Measuring success in cultural diplomacy -- the use of education, creative expression in any form, or people to people exchange to increase understanding across regions, cultures, or peoples -- is challenging. How does one quantify changes in attitude, abandoning stereotypes, or feeling empathy as a result of a performance, a film, a book?
One sure way is to observe the "Oh, I didn't know that" factor.
Take the exhibition of contemporary Emirati art on view at the UAE Embassy in Washington, and previewed at the UAE National Day celebration. Versions of "Oh, I didn't know that" could be heard again and again as guests discussed works ranging from digital art to sculpture to watercolor with the artists. Each work of art offers a personal interpretation of a traditional proverb. The artists do not shy away from sensitive subjects. In Ali Al Abdan's painting of a father showering his spoiled sons with money and luxury items, the artist confronts negative stereotypes associated with the wealth of the Gulf. His juxtaposition of a traditional Emirati village with modern symbols of wealth alludes to a common theme in many of the works: the clash -- or integration -- of old and new in the Emirates today.
Other works, such as a digital painting reflecting the proverb "When the soul/heart is broken, it will never be the same again," portray more universal themes, such as, here, betrayal in a relationship. In this case the "Oh, I didn't know that" factor comes from the artist herself, Sumayyah Al Suwaidi, a diminutive 30 year old mother of five who works full time at the Abu Dhabi Authority for Culture and Heritage (ADACH). The thoughtful combination of age-old proverbs with contemporary images and techniques reveals both the artistic talent within the UAE, and the issues challenging a society that is simultaneously engaging modernity and preserving its cultural heritage.
People in the United States desperately need the "Oh, I didn't know that" experience. At a time when borders are dissolving because of economic and virtual connections, the United States, with its insular education system and media (try to find news on international affairs if you live anywhere other than the East or West coast) is woefully unprepared. In addition to the Embassies in Washington, some American organizations are filling the gap through cultural exchange programs.
For example, the President's Committee on the Arts and Humanities (PCAH) is teaming up with the Sundance Institute (which almost single-handedly has preserved and revived domestic and international independent film) to tour a collection of five American and five international independent films, plus their the film makers, to destinations in the US and abroad.
For audiences in cities such as Nashville or Jackson, Mississippi, Film Forward: Advancing Cultural Dialogue will introduce the daily lives of the people enduring the wars in Afghanistan and Iraq through films like Afghan Star and Son of Babylon. It is easy to imagine their response to learning that young Afghans compete as would-be entertainers on Afghan Star, a popular American Idol spin off, that draws a television audience of 11 million Afghan viewers (out of a population of 33 million): "Oh, I didn't know that." People who before were an anonymous enemy at worst, or an oppressed population at best, become suddenly humanized as we know more about them. America's engagement in Afghanistan might begin to be understood a little better by learning about the people it impacts. Similarly, foreign audiences might be surprised by the chilling images of rural white poverty in America captured in Winter's Bone.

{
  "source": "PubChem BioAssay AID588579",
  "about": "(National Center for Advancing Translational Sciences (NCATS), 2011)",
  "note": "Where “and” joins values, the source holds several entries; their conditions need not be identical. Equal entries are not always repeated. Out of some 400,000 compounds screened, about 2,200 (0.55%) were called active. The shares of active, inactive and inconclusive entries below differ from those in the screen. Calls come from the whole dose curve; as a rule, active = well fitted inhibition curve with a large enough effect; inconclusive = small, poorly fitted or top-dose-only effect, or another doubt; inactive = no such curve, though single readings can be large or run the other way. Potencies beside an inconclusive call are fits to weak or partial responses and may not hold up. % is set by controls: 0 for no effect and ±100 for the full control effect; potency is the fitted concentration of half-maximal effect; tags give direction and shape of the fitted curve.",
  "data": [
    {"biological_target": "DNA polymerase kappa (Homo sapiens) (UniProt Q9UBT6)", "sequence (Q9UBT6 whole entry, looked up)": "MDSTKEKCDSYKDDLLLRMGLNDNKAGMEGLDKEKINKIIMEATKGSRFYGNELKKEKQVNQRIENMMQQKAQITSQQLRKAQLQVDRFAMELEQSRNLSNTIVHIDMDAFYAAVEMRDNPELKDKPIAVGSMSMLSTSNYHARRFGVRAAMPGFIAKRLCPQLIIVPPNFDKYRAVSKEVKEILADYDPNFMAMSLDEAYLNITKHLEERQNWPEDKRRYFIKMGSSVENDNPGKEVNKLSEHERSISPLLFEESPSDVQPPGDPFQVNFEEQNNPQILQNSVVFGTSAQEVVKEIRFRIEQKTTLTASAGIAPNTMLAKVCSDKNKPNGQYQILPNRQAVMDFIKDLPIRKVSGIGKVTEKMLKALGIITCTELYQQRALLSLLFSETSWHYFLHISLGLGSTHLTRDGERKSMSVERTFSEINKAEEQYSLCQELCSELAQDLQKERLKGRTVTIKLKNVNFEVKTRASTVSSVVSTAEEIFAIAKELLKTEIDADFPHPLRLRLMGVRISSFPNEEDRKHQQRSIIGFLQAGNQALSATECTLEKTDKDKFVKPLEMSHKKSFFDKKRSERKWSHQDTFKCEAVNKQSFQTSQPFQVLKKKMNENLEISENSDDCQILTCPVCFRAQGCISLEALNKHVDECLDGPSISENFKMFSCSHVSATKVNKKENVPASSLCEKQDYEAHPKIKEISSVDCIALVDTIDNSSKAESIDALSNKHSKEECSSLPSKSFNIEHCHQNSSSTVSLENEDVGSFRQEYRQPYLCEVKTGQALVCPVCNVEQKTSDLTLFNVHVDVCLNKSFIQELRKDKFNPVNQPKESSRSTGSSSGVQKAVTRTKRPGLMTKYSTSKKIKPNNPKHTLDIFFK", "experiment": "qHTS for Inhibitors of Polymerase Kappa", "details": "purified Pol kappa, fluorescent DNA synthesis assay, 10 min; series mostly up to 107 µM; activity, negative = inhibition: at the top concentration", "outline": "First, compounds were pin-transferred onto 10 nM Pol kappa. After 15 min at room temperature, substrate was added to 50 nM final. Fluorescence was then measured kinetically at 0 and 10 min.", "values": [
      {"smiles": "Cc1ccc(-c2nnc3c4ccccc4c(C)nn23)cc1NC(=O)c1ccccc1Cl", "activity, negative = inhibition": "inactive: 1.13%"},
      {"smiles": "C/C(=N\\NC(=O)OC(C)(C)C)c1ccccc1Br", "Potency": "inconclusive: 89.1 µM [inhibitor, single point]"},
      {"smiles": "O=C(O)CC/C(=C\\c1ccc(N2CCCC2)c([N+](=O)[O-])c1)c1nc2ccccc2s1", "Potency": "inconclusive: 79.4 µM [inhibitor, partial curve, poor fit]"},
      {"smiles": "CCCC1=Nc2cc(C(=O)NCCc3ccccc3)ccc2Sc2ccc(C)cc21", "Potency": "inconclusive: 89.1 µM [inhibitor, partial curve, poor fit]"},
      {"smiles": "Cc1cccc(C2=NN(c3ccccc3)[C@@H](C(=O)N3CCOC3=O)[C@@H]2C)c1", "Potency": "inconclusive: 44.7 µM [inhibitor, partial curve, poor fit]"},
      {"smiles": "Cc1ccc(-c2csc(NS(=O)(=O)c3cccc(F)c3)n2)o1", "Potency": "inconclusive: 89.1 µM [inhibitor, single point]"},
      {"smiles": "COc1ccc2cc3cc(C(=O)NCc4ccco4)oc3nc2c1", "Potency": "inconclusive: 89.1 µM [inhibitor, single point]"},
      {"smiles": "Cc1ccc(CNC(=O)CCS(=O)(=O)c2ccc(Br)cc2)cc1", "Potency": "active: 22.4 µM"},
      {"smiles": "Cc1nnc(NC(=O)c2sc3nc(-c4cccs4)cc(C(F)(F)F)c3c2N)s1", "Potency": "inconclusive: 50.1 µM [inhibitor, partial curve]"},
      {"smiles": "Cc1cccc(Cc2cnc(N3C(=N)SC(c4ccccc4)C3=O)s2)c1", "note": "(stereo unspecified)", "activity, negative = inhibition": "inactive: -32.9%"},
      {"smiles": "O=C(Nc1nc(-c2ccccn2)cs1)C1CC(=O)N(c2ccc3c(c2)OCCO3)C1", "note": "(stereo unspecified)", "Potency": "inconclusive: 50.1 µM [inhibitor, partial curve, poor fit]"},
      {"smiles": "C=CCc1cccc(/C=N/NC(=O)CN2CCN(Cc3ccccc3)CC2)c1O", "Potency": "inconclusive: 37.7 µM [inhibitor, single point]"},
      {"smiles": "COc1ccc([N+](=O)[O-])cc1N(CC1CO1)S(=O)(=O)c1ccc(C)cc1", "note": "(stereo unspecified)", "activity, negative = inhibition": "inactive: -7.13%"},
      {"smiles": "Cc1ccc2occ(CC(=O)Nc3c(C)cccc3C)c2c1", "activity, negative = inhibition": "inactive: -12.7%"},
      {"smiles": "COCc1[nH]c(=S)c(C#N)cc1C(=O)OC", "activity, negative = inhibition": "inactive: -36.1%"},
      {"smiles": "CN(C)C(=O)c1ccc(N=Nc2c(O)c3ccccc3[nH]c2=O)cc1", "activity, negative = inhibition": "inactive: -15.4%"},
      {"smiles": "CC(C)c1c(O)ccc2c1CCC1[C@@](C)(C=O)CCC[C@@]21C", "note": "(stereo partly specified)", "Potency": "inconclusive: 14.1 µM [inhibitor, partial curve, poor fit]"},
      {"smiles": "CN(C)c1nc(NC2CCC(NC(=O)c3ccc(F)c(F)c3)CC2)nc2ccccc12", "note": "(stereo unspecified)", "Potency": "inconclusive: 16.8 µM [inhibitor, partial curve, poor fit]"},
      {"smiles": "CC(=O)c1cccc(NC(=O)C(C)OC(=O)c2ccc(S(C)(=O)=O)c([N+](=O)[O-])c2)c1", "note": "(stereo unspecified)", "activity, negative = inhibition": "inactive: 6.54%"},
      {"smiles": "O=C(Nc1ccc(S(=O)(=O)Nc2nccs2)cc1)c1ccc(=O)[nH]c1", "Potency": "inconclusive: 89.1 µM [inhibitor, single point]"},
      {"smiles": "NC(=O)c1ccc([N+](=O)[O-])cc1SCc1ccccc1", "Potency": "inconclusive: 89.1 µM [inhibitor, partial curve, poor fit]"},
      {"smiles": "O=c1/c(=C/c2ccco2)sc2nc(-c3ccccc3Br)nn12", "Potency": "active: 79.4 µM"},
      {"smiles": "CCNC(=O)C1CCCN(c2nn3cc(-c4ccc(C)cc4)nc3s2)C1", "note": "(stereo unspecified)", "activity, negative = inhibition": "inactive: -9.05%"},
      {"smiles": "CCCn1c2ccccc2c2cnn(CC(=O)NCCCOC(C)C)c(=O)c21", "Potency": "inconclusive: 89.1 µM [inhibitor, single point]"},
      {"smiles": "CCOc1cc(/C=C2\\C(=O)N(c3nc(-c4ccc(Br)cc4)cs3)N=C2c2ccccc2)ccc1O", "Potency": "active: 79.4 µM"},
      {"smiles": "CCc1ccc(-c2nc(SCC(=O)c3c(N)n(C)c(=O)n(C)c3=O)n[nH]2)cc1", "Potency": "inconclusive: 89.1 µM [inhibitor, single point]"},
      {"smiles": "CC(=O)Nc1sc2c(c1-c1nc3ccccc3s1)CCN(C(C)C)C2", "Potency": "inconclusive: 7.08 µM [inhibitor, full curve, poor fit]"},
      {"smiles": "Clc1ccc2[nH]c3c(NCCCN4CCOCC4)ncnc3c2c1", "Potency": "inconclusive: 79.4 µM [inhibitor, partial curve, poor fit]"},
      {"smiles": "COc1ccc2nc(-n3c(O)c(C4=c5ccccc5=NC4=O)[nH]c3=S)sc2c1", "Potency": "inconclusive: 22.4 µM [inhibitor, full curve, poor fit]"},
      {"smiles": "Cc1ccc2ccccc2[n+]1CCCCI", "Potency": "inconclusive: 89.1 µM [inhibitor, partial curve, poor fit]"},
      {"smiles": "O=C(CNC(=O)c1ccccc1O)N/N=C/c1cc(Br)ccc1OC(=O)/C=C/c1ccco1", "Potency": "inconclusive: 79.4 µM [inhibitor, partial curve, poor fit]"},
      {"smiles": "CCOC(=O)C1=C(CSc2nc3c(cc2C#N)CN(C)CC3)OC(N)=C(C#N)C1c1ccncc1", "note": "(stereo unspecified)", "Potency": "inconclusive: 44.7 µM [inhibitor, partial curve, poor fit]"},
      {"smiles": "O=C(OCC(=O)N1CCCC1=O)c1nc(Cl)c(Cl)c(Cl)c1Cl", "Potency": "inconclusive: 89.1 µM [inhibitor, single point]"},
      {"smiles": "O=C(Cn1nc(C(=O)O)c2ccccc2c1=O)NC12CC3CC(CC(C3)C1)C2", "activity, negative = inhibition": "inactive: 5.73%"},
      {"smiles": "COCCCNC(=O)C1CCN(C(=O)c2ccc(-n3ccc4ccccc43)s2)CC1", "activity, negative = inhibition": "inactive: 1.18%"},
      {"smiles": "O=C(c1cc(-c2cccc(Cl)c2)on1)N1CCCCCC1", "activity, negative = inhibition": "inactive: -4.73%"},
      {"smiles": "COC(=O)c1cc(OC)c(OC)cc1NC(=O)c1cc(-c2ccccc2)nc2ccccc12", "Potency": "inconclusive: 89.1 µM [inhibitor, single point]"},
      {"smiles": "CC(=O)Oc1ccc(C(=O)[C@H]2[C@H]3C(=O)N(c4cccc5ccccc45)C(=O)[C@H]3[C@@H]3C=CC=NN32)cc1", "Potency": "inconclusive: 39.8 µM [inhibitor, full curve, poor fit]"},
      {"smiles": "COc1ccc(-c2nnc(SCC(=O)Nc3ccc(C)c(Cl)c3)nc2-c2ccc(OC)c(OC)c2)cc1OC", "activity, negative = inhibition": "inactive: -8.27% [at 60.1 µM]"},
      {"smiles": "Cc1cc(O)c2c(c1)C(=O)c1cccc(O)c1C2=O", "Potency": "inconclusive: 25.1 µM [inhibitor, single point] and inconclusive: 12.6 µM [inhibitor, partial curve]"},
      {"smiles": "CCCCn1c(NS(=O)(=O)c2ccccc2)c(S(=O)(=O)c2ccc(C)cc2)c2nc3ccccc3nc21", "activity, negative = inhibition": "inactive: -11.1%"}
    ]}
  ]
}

A non-profit organization I co-direct, MOST Resource, creates opportunities for the "Oh, I didn't know that" response from television and film writers, researchers, and producers. MOST provides information -- at no cost -- on any and everything related to Muslims, Islam, and the Middle East with the goal of facilitating the development of more balanced, nuanced characters and themes related to Muslims and Islam. By providing content creators with access to research and experts, MOST hopes to facilitate the kind of normalization of people and themes from the Middle East or other Muslim majority regions that exposure through popular culture has brought about over time for African Americans, or gays and lesbians.
For those who ask, "Does it really matter how people are portrayed in film and on television," we now have data that speaks for itself. According to the most recent Gallup poll on Muslim-West relations Assessing the New Beginning, 49% of respondents from the Middle East identified the "accurate portrayal of Muslims in films" as a key indicator of respect for Muslims and Islam by the west. Read in the reverse, films and programs that misrepresent these people don't make us any friends. And, the majority of Muslims polled around the world have identified greater respect for Muslims and Islam as essential to improving relations between the west and Muslim majority communities.
In a globalized world where the powers of military might and diplomatic finesse have diminished, "Oh, I didn't know that" moments of cross cultural understanding can make a difference.
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